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Week 5 Health Psychology Notes

by: Samantha Riley

Week 5 Health Psychology Notes Psyc 400

Marketplace > Humboldt State University > Psychlogy > Psyc 400 > Week 5 Health Psychology Notes
Samantha Riley
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Aigner's spring 2016 PSYC 400 class
Health Psychology
Carrie Aigner
Class Notes
Health psychology, HUmboldt State
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This 10 page Class Notes was uploaded by Samantha Riley on Thursday February 18, 2016. The Class Notes belongs to Psyc 400 at Humboldt State University taught by Carrie Aigner in Winter 2016. Since its upload, it has received 17 views. For similar materials see Health Psychology in Psychlogy at Humboldt State University.


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Date Created: 02/18/16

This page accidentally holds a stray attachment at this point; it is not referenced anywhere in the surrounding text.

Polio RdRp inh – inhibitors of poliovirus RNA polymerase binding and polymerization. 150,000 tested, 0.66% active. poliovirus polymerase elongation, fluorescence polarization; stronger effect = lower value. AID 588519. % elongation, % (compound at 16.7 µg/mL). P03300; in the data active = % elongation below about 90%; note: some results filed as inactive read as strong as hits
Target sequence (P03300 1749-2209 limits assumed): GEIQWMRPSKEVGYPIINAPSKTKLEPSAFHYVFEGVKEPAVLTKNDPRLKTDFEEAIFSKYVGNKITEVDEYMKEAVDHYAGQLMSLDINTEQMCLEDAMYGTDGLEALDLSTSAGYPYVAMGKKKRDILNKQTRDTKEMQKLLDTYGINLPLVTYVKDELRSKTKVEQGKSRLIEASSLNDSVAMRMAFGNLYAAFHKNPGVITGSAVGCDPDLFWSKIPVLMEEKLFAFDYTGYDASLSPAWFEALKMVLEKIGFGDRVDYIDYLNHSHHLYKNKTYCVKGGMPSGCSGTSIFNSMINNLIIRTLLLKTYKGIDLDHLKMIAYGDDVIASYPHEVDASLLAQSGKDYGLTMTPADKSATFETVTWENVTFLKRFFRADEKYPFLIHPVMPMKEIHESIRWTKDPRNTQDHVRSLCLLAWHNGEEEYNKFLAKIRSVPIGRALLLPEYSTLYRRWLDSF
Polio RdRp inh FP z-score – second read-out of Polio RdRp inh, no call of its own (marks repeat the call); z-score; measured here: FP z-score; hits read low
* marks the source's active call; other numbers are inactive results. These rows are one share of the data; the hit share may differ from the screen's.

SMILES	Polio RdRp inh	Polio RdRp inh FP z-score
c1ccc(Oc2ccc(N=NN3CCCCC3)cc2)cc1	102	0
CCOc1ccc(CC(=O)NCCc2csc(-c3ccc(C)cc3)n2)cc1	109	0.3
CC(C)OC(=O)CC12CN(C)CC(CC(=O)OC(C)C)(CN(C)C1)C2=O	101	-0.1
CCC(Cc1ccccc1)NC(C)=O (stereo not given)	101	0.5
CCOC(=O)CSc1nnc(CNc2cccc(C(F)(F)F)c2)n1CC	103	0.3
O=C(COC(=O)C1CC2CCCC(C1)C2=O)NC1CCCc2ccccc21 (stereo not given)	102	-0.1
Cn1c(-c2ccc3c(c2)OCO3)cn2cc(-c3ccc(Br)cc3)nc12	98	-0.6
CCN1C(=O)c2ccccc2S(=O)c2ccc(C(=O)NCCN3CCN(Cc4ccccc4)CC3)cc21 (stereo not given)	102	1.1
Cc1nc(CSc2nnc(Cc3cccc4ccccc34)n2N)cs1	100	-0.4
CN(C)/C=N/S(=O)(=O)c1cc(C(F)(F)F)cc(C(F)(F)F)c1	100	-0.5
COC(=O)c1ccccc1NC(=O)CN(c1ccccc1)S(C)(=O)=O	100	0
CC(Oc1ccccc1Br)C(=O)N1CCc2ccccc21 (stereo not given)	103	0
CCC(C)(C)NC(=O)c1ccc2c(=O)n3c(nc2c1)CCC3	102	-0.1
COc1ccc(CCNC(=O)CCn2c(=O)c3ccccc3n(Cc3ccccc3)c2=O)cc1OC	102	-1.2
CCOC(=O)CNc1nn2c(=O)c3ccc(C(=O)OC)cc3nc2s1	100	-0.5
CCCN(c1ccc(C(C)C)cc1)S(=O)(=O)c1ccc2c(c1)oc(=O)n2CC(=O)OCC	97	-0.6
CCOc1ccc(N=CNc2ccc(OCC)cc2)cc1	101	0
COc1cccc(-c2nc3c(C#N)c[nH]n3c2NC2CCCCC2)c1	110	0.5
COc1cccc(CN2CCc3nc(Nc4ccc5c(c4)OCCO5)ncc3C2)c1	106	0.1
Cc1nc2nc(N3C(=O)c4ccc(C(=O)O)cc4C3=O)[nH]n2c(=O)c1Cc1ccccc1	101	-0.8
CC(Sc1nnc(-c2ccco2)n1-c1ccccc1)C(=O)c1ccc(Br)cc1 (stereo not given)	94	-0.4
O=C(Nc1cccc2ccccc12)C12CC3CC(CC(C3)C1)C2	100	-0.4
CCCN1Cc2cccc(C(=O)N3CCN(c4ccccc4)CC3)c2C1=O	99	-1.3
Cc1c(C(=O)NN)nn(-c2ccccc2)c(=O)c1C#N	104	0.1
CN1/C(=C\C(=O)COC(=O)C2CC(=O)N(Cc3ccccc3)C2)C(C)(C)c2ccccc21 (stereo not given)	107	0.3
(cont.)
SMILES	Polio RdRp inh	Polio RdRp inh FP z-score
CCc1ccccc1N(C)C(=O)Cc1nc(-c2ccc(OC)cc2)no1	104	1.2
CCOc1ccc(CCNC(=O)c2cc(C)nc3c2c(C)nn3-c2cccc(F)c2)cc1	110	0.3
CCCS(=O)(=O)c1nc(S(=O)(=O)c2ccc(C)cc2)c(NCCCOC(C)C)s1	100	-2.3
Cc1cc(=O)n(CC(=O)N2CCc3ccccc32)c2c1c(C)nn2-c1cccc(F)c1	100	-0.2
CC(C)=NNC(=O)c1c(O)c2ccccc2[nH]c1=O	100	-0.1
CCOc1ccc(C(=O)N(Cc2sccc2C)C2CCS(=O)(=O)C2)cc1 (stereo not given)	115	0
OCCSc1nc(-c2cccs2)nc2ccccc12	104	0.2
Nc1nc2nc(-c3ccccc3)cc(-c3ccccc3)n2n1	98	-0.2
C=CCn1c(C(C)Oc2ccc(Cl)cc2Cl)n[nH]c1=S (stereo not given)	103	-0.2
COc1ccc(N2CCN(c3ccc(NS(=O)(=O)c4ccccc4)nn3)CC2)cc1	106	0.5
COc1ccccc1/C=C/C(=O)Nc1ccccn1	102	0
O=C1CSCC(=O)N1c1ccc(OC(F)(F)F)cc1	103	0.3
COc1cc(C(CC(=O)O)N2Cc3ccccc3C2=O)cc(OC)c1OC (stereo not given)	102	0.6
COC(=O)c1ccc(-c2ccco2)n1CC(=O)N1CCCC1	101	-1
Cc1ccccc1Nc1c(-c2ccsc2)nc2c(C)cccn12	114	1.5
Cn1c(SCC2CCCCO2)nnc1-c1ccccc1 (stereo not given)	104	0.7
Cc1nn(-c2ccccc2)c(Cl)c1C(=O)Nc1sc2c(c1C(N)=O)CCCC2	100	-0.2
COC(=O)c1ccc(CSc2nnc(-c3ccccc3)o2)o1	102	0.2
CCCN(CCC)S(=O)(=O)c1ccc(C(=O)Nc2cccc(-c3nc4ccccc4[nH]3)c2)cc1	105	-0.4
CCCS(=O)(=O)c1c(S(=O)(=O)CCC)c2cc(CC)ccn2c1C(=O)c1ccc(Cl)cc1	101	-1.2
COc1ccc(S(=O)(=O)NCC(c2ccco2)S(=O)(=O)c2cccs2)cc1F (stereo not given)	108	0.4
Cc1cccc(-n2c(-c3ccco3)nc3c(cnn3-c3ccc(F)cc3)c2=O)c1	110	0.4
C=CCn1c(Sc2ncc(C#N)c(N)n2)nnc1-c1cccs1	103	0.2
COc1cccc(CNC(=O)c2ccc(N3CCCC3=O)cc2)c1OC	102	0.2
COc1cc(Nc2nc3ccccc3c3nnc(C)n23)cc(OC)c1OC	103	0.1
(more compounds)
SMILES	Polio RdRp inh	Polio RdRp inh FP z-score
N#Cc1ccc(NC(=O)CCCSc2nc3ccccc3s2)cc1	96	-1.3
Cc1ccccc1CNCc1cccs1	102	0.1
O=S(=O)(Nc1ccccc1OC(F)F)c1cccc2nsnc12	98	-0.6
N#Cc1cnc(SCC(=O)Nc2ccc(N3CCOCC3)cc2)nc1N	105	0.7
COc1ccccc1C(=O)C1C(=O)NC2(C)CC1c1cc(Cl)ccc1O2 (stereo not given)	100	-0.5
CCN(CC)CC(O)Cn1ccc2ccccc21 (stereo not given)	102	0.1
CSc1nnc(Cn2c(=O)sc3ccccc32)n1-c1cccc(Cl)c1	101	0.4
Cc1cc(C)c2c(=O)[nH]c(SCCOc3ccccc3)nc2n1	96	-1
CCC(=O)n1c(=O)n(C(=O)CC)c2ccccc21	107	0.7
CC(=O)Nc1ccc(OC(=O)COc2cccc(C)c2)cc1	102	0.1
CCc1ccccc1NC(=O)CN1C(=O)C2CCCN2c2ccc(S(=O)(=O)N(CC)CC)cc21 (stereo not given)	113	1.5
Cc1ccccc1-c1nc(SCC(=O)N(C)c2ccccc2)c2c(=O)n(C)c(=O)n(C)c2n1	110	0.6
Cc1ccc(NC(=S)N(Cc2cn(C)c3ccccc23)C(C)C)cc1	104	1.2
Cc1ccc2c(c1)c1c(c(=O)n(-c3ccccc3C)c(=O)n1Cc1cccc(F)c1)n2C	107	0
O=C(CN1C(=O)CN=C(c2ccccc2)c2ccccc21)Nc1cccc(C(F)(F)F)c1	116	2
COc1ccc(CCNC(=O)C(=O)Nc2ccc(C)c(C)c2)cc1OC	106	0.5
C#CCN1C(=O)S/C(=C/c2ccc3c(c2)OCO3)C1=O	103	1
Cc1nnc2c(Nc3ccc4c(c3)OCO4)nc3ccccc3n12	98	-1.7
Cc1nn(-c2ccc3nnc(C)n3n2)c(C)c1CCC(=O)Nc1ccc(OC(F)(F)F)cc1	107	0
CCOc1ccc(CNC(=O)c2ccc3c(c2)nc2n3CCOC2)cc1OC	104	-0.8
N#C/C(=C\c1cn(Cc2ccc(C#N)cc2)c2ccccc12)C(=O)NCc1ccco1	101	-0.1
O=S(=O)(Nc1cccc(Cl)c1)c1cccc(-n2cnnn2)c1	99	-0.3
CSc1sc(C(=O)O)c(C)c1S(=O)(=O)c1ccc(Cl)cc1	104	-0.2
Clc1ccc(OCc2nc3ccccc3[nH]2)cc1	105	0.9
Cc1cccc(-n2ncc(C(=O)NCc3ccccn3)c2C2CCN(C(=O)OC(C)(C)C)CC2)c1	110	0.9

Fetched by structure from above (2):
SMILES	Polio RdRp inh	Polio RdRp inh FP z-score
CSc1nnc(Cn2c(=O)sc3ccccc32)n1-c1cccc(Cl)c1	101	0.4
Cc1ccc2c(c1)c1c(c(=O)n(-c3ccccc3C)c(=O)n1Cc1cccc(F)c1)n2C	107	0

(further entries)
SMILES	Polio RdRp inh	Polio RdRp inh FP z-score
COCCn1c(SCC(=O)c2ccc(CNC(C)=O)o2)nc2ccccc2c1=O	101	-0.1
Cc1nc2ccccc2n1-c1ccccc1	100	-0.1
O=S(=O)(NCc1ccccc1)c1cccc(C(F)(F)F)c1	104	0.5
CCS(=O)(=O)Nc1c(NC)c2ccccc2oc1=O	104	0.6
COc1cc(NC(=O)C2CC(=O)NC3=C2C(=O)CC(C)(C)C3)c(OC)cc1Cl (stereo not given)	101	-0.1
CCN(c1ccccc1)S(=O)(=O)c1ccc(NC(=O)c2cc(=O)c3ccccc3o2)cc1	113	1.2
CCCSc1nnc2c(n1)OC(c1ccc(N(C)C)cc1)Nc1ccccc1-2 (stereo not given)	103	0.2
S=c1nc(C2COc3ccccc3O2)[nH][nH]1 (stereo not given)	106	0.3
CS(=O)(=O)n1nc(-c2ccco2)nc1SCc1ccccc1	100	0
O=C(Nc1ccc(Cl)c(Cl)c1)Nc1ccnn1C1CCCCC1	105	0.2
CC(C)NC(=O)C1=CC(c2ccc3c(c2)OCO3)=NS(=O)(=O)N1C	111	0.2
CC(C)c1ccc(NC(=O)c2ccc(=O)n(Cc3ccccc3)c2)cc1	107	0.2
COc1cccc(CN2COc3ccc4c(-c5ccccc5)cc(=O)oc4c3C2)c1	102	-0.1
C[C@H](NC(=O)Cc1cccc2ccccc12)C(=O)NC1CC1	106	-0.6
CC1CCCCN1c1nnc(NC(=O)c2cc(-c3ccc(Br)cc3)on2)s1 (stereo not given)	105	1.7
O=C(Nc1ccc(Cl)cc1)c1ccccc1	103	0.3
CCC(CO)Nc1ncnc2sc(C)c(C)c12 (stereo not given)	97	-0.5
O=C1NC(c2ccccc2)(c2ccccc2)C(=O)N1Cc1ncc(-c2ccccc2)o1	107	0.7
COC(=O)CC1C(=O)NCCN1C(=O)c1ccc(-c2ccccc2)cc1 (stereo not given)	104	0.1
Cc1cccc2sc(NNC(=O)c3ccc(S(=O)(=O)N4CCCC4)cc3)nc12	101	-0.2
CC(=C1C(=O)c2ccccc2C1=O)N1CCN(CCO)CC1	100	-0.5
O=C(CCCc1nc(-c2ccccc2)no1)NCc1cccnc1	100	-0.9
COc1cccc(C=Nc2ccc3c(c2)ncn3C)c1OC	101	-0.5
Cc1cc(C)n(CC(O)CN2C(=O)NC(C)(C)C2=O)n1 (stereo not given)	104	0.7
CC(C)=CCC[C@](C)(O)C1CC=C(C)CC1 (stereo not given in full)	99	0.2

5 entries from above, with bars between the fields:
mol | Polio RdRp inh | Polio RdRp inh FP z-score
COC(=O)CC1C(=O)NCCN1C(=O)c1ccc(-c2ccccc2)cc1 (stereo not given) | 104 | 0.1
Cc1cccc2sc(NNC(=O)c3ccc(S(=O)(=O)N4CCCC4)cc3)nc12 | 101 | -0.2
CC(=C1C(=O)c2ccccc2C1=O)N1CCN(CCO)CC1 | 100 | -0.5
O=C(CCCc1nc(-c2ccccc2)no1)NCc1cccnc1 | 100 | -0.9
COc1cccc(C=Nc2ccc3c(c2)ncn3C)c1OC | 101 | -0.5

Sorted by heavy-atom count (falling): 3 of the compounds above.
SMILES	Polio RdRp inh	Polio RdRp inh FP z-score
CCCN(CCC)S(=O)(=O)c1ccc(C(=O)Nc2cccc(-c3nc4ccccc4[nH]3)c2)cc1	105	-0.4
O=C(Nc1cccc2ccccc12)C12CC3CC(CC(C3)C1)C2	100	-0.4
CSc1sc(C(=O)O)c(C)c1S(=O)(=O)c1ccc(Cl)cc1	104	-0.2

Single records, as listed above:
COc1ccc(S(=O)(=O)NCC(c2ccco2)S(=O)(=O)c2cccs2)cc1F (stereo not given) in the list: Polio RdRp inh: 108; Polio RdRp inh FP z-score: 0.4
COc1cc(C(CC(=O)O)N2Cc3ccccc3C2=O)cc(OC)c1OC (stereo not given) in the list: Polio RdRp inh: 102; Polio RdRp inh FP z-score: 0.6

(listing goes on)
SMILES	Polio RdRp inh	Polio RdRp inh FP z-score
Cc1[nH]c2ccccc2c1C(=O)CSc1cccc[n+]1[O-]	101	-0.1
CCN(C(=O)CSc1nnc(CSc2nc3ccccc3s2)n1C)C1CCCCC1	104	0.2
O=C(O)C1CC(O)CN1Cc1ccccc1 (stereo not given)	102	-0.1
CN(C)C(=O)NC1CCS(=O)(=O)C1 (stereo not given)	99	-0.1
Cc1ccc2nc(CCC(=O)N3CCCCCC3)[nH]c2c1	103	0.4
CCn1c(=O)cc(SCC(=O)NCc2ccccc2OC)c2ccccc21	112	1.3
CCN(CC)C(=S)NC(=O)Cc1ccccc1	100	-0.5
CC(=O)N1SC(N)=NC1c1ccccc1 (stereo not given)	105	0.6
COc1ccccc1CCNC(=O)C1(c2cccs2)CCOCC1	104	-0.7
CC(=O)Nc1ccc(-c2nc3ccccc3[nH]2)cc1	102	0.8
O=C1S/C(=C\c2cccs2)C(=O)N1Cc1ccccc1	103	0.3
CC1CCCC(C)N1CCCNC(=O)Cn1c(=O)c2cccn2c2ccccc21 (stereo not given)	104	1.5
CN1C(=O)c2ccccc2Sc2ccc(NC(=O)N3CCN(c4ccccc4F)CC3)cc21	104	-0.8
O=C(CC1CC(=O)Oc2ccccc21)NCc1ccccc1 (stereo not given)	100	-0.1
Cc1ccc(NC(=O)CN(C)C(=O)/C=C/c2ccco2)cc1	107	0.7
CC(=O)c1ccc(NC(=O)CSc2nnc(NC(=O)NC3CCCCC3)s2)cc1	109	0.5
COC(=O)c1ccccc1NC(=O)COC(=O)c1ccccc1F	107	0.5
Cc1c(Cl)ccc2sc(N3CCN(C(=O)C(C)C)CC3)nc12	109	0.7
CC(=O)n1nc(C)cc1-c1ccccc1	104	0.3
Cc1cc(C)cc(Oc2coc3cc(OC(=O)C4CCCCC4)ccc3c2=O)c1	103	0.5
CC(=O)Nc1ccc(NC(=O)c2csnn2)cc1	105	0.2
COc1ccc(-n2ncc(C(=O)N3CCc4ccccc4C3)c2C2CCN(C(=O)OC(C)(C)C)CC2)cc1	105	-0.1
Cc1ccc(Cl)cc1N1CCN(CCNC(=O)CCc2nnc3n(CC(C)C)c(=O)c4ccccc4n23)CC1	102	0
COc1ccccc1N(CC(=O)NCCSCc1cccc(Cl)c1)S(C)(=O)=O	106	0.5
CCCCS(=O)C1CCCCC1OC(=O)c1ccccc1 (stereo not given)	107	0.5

Week 5 Class Notes Tuesday, 16 February 2016 Environmental Stress and Daily Hassles: I. Stress accumulates in your body from numerous environmental sources and can cause illness II. Stress and the Physical Environment a. Pollution, noise, over-crowding all can contribute to stress i. Lack of green-space ii. No space to walk around b. People living in poverty are more likely to experience these stressors i. Because they tend to live in crowded areas III. Restorative Effects of Nature a. Spending time in nature results in lower Blood Pressure and reduced stress response i. Improves mood b. Nature walks (compared to city walks) produce enhanced directed attention on formal tests c. Studies show that patients with views of green space seem to heal or get healthier quicker than those without IV. Why the modern world is bad for your brain a. Multi-tasking leads to increased cortisol and adrenaline i. It is not actually affective in getting things done ii. Efficiency comes from doing one thing at a time b. Spikes in dopamine in the nucleus accumbens in the brain when we check email, send/receive text i. “hyperimmediacy’ is novelty-seeking 1. Need to respond immediately 2. Nucleus accumbens = reward center of the brain 3. Hits from hyperimmediacy and multitasking actually seem to lead to higher levels of stress c. Study of rats and electrical stimulation of nucleus accumbens Stress and Health: I. Coping Styles a. Problem-focused coping i. Planning, taking steps to solve a problem b. Emotion-focused coping i. Managing stress emotions c. Coping examples i. Situation: your exam is next week and you haven’t studies Problem-focused Emotion-focused Make study schedule Call friend and talk about stress and anxiety you are feeling Ask friend for help in Vent to our mom understanding difficult concepts Go to professor’s office hours Take a bubble bath to relax d. Analysis of coping strategies i. Problem focused coping is generally better 1. Problem focused positive association with good health 2. Emotion focused negative associated with good health 3. Discussion Point: When might emotion-focused be better? Why? a. Bad thing has already happened, and you are still stressing out about it. i. There is not a lot that can be done about it so there is no real way to solve a problem 1. Therefore, handling the emotion could be the focus of coping with stress II. Managing Stress a. Cognitive Behavioral Therapy (CBT) i. Used to treat anxiety and depression ii. Based on idea that our cognitions can impact our emotions and behavior (and vice versa) 1. Thoughts, feelings and behavior all interact with each other iii. Helps people to reframe problematic (maladaptive) cognitions 1. Challenge some of their thoughts that they are having 2. Challenge you to replace the maladaptive thoughts and behaviors iv. CBT: Maladaptive thought example Situation: As you walk down the street, someone you know walks by, without acknowledging you. Maladaptive Adaptive Thoughts: He ignored me. He He was in a hurry doesn’t like me and just didn’t see me. Emotion: Upset Don’t mind Physical: Tight check, hot None cheeks Behavior: May ignore him next Shrug-off; continue time on v. Other component of CBT 1. Learn about interactions of thought, feeling, and behaviors 2. Challenge maladaptive thoughts 3. Relaxation and coping strategies 4. Stress inoculation training a. Work with therapist on little stressors to be prepared for larger stressors in life b. Time-limited CBT i. Integrates ii. Useful in medical setting, where brief interventions are valued 1. Sometimes as brief as 2-4 sessions for mild anxiety or depressive symptoms c. CBT has equal effectiveness to pharmaceutical drugs in Short Term, but surpasses in Long Term i. Discussion Point: Why might this be? 1. In therapy you get tools for coping 2. Years down the year, you will probably be doing better on your own than the person who was just on the medications III. Mindfulness Meditation a. Roots in Buddhism and Tibetan meditation b. Form practiced today in psychology was developed by psychologists (Jack Kornfield and others) who entered monastic training in Asia c. Often used for anxiety, trauma and PTSD d. Basic Idea i. Don’t fight the anxiety, observe its presence and let it pass e. Different from CBT in that it doesn’t emphasize change IV. Relaxation: Diaphragmatic Breathing a. Normal Breathing – short, shallow breaths i. Associated with stress and anxiety ii. We do not even realize we are breathing out of our chest b. Diaphragmatic breathing- full, even breath i. Associated with relaxation ii. By doing this you can change the body physiology 1. Helps to calm you from anxiety, etc. 2. When inhaling the diaphragm is pushed down, the lungs fill, and the stomach (just under the rib cage) protrudes. Thursday, 18 February 2016 Stress and Health Continued: V. Progressive Muscle Relaxation a. We Carry tension in our muscles b. PMR helps us to identify and release this tension c. Example: i. Attend to you facial muscles ii. Do you notice tension? Relaxed Not relaxed Mouth Lips parted Lips closed; teeth clenched Shoulders Dropped, resting Hunched Hands Resting at sides; Fingers clenched; fingers slightly gripping curled iii. To see real benefits it is recommended to have about 10 sessions with an instructors 1. A full session would go through all of the muscle groups in your body VI. Emotional Disclosure a. Ways to get out your feeling: i. Catharsis – verbal expression of emotion, “venting” ii. Emotional Disclosure – Expression of emotion and the events that precipitated the emotion 1. Writing about it 2. Talking about it 3. More controlled and thoughtful b. Which works better? i. Evidence shows that Catharsis actually increases the emotions you are trying to let out ii. Emotional Disclosure works better 1. People report less stress and improved mood after c. Pennebaker’s Emotional Disclosure (Expressive Writing) i. Procedure: Write expressively about a traumatic or stressful event, usually for several sessions 1. Writing stream of consciousness ii. Found to relate to several health outcomes including 1. Improved immune functioning 2. Less anxiety levels 3. Improved stress levels 4. Fewer physician visits 5. Fewer physical symptoms iii. Linguistic analysis revealed that the use of emotion words and, especially, insight words benefit most 1. Emotion words: angry, disappointed, encouraged 2. Insight words: realize, discover, understand 3. They are processing the events and emotions when they write using these kinds of words. d. Meta-analysis of experimental disclosure i. 146 studies of experimental disclosure ii. Found overall effect on health and well-being of 0.075 iii. Greater umber of sessions and greater length of sessions were related to greater effect iv. Writing in privacy had larger effect Stress and Disease: What are some ways stress relates to health? o lowers ability of immune system to fight diseases o linked to cardiovascular disease due to increased blood pressure o Relates to diabetes in how our bodies process sugars o increases likelihood of § over eating § drug use § insomnia § etc. I. Psychoneuroimmunology a. Field of study that focuses on the interaction of behavior, neuroendocrine system and immune system b. Solomon (1964) found that immune system could be influences by classical conditioning c. Classical Conditioning: The Classic Example i. Pavlov’s Dogs 1. Unconditioned Stimulus: Food à Unconditioned Reaction: Salivation 2. Neutral Stimulus: Bell paired with Unconditioned Stimulus: Food 3. Conditioned Stimulus: Bell à Conditioned Response: Salivation d. Classical Conditioning and Immune Function i. UCS: Drug à UCR: Suppressed Immune Function ii. NS: Sugar Solution paired with UCS: Drug iii. CS: Sugar Solution à CR: Suppressed Immune Function iv. This was a surprising finding e. How does stress influence immune function? i. Cortisol depressed immune function 1. Slows phagocytosis a. The attacking of foreign particles by the immune system b. Immune system gets less efficient ii. Stress can alter health-related behaviors that can in turn, result in suppressed immune function 1. Smoking 2. Drinking 3. Poor Sleep 4. Medication adherence II. Psychoneuroimmunology Applied a. Immune suppression occurs when stress is chronic and persisting b. Kiecolt-Glaser i. Students experienced immunosuppression during the time of final exams 1. Demonstrated by lower level of natural killer (NK) cells, which fights tumors and infections c. Suppressed immune function usually worse among students with high anxiety and poor coping skills d. Other Findings: i. Marital conflict can lead to slower wound healing ii. People with higher levels of support will heal faster iii. Caregivers of people with Alzheimer’s experience slower wound healing and lowered immune function III.Role of Coping a. Stressors alone don’t tell the full story b. Our ability to cope with stress determines who is at highest risk IV.Stress and Depression a. Major Stress event increases risk for depression i. About 25% of those who have major stress event will develop depression in the next few months b. Stress also inhibits recovery i. Longer duration = greater severity of depressive episode c. Major life stress may sensitize people to depression d. Higher risk for people with genetic vulnerability to depression e. Certain cognitive and coping styles may make people more prone to both stress and depression i. EX: 1. Rumination, 2. Negative thinking V. Stress and the Common Cold a. Sheldon Cohen and Colleagues (2005) i. Exposed people to cold virus ii. People with higher stress were more likely to become ill 1. Duration of stressor important a. Chronic stress = > One month i. Led to development of cold b. Acute = < One month i. Did not lead to development of cold Bold Book Terms: Chapter Five: 1. Acetylcholine – One of the major neurotransmitters of the autonomic nervous system 2. Adrenal Cortex – The outer layer of the adrenal gland; secretes glucocorticoids 3. Adrenal Glands – Endocrine glands located on top of each kidney that secrete hormones and affect metabolism 4. Adrenal Medulla – The inner layer of the adrenal glands; secretes epinephrine and norepinephrine 5. Adrenocortical Response – The response of the adrenal cortex, prompted by ACTH, that results in the release of glucocorticoids, including cortisol 6. Adrenocorticotropic Hormone (ACTH) – A hormone produced by the anterior portion of the pituitary gland that acts on the adrenal gland and is involved in the stress response 7. Adrenomedullary Response – The response of the adrenal medulla, prompted by sympathetic nervous system activation, that results in the release of epinephrine 8. Alarm Reaction – The first stage of the general adaption syndrome (GAS), in which the body’s defenses are mobilized against a stressor 9. Allostasis – The concept that different circumstances require different levels of physiological activation 10. Autonomic Nervous System (ANS) – The part of the peripheral nervous system that primarily serves internal organs 11. Catecholamines – A class of chemicals containing epinephrine and norepinephrine 12. Catharsis – The spoken or written expression of strong negative emotion, which may result in improvement in physiological or psychological health 13. Central Nervous System (CNS) – All the neurons within the brain and spinal cord 14. Cognitive Behavioral Therapy (CBT) – A type of therapy that aims to develop beliefs, attitudes, thoughts, and skills to make positive changes in behavior 15. Coping – Strategies that individuals use to manage the distressing problems and emotions in their lives 16. Cortisol – A type of glucocorticoid that provides a natural defense against inflammation and regulates carbohydrate metabolism 17. Crowding – A person’s perception of discomfort in a high-density environment 18. Daily Hassles – Everyday events that people experience as harmful, threatening, or annoying 19. Emotion-Focused Coping – Coping strategies oriented toward managing the emotions that accompany the perception of stress 20. Emotional Disclosure – A therapeutic technique whereby people express their strong emotions by talking or writing about the events that precipitated them 21. Endocrine System – The system of the body consisting of ductless glands 22. Epinephrine – Naturally occurring neurochemicals whose effects resemble those of the opiates 23. Exhaustion Stage – The final stage of the general adaptation syndrome (GAS), in which the body’s ability to resist a stressor has been depleted 24. General Adaption Syndrome (GAS) – The body’s generalized attempt to defend itself against stress; consists of alarm reaction, resistance, and exhaustion 25. Hormones – Chemical substances released into the blood and having effects on other parts of the body 26. Life Events – Major events in a person’s life that require change or adaptation 27. Neurons – Nerve Cells 28. Neuroendocrine System – Those endocrine glands that are controlled by and interact with the nervous system 29. Neurotransmitters – Chemicals that are released by neurons and that affect the activity of other neurons 30. Norepinephrine – One of two major neurotransmitters of the autonomic nervous system 31. Parasympathetic Nervous System – A division of the autonomic nervous system that promotes relaxation and functions under normal, non-stressful conditions 32. Peripheral Nervous System (PNS) – The nerves that lie outside the brain and the spinal cord 33. Personal Control – Confidence that people have in their ability to control events that shape their lives 34. Pituitary Gland – An endocrine gland that lies within the brain and whose secretions regulate many other glands 35. Population Density – A physical condition in which a large population occupies a limited space 36. Posttraumatic Stress Disorder (PTSD) – An anxiety disorder caused by experience with an extremely traumatic event and characterized by recurrent and intrusive re-experiencing of the event 37. Primary Appraisal – One’s initial appraisal of a potentially stressful event (Lazarus and Folkman) 38. Problem-Focused Coping – Coping strategies aims at changing the source of the stress 39. Reappraisal – One’s nearly constant re-evaluation of stressful event (Lazarus and Folkman) 40. Resistance Stage – The second stage of the general adaptation syndrome (GAS), in which the body adapts to a stressor 41. Secondary Appraisal – One’s perceived ability to control or cope with harm, threat, or challenge (Lazarus & Folkman) 42. Somatic Nervous System – The part of the PNS that serves the skin and voluntary muscles 43. Social Contacts – Number and kinds of people with whom one associates; members of one’s social networks 44. Social Isolation – The absence of specific role relationships 45. Social Networks – Number and kinds of people with whom one associates; social contacts 46. Social Support – Both tangible and intangible support a person receives from other people 47. Sympathetic Nervous System – A division of the autonomic nervous system that mobilizes the body’s resources in emergency, stressful, and emotional situations 48. Synaptic Cleft – The space between neurons 49. Urban Press – The many environmental stressors that affect city living including noise, crowding, crime, and pollution Chapter Six: 1. Acquired Immune Deficiency Syndrome (AIDS) – an immune deficiency caused by viral infection and resulting in vulnerability to a wide range of bacterial, viral, and malignant diseases 2. Agoraphobia – and anxiety state characterized by fear about or avoidance of places or situations from which escape might be difficult 3. Allergies – and immune system response characterized by an abnormal reaction to a foreign substance 4. Antibodies – protein substances produced in response to specific invader or antigen, marking it for destruction and thus creating community to the invader 5. Antigens – substances that provoke the immune system to produce antibodies 6. Asthma – A chronic disease that causes constriction of the bronchial tubes preventing air from passing freely and causing wheezing and difficulty breathing during attacks 7. Autoimmune Diseases – disorders that occur as a result of the immune system’s failure to differentiate between body cells and foreign cells, resulting in the bodies attack and destruction of it’s own self 8. B-Cells – A variety of lymphocytes that attack invading organisms 9. Cytokines – Chemical messengers secreted by cells in the immune system forming a communication link between the nervous and immune systems 10. Diabetes Mellitus – A disorder caused by insulin deficiency 11. Diathesis-stress model – A theory of stress that suggests that some individuals are vulnerable to stress related illnesses because they are genetically predisposed to those illnesses 12. Granulocytes – A type of lymphocyte that acts rapidly to kill invading organisms 13. Humoral Immunity – Immunity created through the process of exposure to antigens and production of antibodies in the bloodstream 14. Immunity – A response to foreign microorganisms that occurs with repeated exposure and results and resistance to a disease 15. Inflammation – A general immune system response that works to restore damaged tissue 16. Lymph – tissue fluid that has entered a lymphatic vessel 17. Lymph Node – small nodules of an fatty tissue spaced throughout the lymphatic system that helps clean lymph of debris 18. Lymphatic System – A system that transports lymphs through the body 19. Lymphocyte – White blood cells found in lymph that are involved in the immune function 20. Macrophage – A type of lymphocyte that attacks invading organisms 21. Natural Killer (NK) Cells – A type of lymphocyte that attacks invading organisms 22. Phagocytosis – the process of engulfing and killing foreign particles 23. Plasma Cells – Cells, derived from B-cells, that secrete antibodies 24. Proinflammatory Cytokines – A chemical secreted by the immune system that promotes information and is associated with feelings of sickness, depression, and social withdrawal 25. Psychoneuroimmunology – A multidisciplinary field that focuses on the interactions among behavior, the nervous system, endocrine system, and the immune system 26. Rheumatoid Arthritis – and autoimmune disorder characterized by dull ache within or around a joint 27. Spleen – A large Oregon near the stomach that serves as a repository for lymphocytes and red blood cells 28. T-Cells – The cells of the immune system that produce immunity 29. Thymosin – A hormone produced by the thymus 30. Thymus – An organ located near the heart that secretes thymosin and thus processes and activates T-Cells 31. Tonsils – Masses of lymphatic tissue located in the pharynx 32. Vaccination – A method of inducing immunity in which a weakened form of a virus or bacterium is introduced into the body